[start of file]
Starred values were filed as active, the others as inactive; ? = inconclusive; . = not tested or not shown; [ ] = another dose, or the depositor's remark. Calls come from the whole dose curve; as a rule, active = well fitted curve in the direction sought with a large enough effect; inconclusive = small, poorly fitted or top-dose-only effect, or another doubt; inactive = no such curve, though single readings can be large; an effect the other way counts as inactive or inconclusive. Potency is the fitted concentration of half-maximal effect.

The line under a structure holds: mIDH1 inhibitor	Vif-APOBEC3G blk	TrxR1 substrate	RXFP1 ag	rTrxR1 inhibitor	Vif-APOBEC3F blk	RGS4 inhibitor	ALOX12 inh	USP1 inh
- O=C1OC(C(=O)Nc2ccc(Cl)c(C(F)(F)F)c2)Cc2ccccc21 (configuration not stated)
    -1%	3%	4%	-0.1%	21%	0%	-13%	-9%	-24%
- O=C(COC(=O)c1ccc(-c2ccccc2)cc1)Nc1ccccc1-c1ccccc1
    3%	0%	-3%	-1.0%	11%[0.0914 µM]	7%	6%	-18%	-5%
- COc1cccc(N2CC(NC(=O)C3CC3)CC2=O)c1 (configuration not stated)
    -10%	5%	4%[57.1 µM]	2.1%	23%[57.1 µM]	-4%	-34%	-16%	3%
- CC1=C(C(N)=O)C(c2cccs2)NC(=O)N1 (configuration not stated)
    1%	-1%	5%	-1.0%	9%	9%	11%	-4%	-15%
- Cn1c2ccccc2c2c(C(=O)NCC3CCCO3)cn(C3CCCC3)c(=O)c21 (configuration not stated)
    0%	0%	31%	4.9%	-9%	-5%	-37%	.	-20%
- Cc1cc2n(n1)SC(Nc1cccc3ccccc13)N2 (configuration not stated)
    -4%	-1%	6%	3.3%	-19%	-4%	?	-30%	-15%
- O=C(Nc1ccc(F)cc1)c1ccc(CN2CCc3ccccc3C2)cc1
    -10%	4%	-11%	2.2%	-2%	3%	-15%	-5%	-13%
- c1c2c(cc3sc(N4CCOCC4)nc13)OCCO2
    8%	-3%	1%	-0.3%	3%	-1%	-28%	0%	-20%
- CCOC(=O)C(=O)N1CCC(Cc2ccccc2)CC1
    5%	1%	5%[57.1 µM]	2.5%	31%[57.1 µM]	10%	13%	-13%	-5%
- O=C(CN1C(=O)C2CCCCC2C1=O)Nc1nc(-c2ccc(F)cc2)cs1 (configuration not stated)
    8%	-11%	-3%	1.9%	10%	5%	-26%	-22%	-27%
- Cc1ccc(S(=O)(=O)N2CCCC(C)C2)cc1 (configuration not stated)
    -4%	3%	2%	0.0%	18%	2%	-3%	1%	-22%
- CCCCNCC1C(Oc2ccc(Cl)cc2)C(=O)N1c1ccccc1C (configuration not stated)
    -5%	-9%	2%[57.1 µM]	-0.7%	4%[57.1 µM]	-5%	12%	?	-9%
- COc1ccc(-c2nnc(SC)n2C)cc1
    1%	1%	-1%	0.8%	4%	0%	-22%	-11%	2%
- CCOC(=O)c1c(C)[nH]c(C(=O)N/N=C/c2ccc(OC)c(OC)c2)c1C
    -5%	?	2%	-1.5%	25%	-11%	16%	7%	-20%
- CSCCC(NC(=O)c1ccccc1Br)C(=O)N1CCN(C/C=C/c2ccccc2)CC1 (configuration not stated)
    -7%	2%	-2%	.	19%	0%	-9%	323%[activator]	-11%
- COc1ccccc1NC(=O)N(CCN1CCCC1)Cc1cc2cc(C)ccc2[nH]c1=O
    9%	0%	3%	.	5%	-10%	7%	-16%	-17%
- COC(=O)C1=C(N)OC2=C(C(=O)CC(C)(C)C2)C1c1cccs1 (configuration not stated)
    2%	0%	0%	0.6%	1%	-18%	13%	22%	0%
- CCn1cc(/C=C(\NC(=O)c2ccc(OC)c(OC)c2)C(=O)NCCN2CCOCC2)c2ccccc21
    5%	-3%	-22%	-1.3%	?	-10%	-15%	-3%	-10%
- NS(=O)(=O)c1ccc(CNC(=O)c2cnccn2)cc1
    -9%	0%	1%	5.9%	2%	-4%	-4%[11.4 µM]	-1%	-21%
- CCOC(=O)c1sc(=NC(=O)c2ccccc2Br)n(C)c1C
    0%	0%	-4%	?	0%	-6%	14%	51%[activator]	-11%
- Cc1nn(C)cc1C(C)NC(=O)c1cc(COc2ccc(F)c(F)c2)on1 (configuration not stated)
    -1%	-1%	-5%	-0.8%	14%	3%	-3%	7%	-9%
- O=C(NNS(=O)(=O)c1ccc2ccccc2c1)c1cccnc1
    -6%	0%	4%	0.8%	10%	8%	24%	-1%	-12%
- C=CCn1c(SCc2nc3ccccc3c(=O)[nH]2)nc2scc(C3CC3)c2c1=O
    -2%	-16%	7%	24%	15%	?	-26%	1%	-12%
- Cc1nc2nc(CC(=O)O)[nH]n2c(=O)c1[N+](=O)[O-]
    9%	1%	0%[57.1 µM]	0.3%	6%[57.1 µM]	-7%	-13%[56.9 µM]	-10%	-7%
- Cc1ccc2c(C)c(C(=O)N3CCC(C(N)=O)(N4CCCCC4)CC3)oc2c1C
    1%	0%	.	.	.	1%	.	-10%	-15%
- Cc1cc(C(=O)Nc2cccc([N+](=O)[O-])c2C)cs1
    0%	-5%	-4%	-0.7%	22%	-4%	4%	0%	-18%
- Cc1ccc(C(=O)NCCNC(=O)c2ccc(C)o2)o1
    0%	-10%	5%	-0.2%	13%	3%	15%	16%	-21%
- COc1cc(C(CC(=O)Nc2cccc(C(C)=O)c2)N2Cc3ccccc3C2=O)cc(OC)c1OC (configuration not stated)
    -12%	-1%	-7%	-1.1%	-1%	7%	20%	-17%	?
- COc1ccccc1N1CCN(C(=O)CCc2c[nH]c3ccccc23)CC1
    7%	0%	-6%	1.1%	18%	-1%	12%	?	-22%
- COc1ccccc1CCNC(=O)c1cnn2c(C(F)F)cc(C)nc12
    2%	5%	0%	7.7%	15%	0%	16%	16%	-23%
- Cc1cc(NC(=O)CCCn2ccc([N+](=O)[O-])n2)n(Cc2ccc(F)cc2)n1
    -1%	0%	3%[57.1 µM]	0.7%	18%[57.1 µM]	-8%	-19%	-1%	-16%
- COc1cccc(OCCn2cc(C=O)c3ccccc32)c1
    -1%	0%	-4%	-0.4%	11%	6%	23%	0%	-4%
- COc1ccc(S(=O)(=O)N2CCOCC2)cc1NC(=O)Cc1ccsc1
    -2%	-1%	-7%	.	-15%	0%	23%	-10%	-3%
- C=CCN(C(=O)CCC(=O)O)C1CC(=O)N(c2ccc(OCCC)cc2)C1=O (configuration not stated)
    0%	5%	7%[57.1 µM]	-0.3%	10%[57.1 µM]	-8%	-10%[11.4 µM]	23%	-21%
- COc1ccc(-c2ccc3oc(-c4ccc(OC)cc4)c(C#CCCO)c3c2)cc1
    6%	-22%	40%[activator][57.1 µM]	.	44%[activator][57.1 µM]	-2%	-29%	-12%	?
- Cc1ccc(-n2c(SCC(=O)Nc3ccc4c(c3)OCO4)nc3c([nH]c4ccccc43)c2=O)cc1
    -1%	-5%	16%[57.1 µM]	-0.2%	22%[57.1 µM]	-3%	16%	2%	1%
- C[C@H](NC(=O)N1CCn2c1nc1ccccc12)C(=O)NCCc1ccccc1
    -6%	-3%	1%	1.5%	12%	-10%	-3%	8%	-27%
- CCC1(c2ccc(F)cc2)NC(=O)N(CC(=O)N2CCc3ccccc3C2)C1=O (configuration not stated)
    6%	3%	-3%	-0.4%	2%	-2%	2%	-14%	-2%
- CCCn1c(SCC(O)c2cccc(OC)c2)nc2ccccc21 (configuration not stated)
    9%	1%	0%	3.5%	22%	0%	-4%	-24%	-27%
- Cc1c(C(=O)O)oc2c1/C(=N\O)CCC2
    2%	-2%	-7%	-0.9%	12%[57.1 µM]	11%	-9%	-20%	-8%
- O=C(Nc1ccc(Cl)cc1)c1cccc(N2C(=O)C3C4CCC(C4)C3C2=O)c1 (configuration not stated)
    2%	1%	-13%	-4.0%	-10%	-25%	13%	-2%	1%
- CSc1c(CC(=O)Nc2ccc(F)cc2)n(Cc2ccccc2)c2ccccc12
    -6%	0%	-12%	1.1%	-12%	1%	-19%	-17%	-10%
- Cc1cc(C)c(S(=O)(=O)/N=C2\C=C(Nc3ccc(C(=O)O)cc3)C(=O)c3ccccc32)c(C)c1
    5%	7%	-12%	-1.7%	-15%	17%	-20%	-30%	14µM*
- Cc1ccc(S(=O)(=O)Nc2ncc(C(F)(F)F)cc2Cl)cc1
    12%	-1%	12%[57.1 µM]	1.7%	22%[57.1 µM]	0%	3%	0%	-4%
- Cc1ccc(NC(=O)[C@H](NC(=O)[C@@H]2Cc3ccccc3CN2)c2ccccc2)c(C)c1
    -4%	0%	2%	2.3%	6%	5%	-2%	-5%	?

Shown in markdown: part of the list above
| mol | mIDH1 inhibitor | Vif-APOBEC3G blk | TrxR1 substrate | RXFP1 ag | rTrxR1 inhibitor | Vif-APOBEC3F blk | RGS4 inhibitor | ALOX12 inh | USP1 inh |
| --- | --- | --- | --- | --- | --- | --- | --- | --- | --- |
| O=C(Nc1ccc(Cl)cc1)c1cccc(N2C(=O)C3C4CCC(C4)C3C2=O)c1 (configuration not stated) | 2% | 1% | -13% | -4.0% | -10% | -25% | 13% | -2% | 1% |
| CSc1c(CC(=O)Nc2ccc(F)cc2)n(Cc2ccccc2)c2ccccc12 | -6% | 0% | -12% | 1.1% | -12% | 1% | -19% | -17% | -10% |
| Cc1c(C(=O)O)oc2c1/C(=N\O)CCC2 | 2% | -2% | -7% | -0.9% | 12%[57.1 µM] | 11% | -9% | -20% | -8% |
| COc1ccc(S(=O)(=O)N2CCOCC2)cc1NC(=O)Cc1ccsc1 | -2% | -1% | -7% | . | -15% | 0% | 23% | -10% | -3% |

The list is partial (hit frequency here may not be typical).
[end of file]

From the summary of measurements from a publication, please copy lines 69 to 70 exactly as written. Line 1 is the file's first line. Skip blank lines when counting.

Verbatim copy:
- C=CCN(C(=O)CCC(=O)O)C1CC(=O)N(c2ccc(OCCC)cc2)C1=O (configuration not stated)
    0%	5%	7%[57.1 µM]	-0.3%	10%[57.1 µM]	-8%	-10%[11.4 µM]	23%	-21%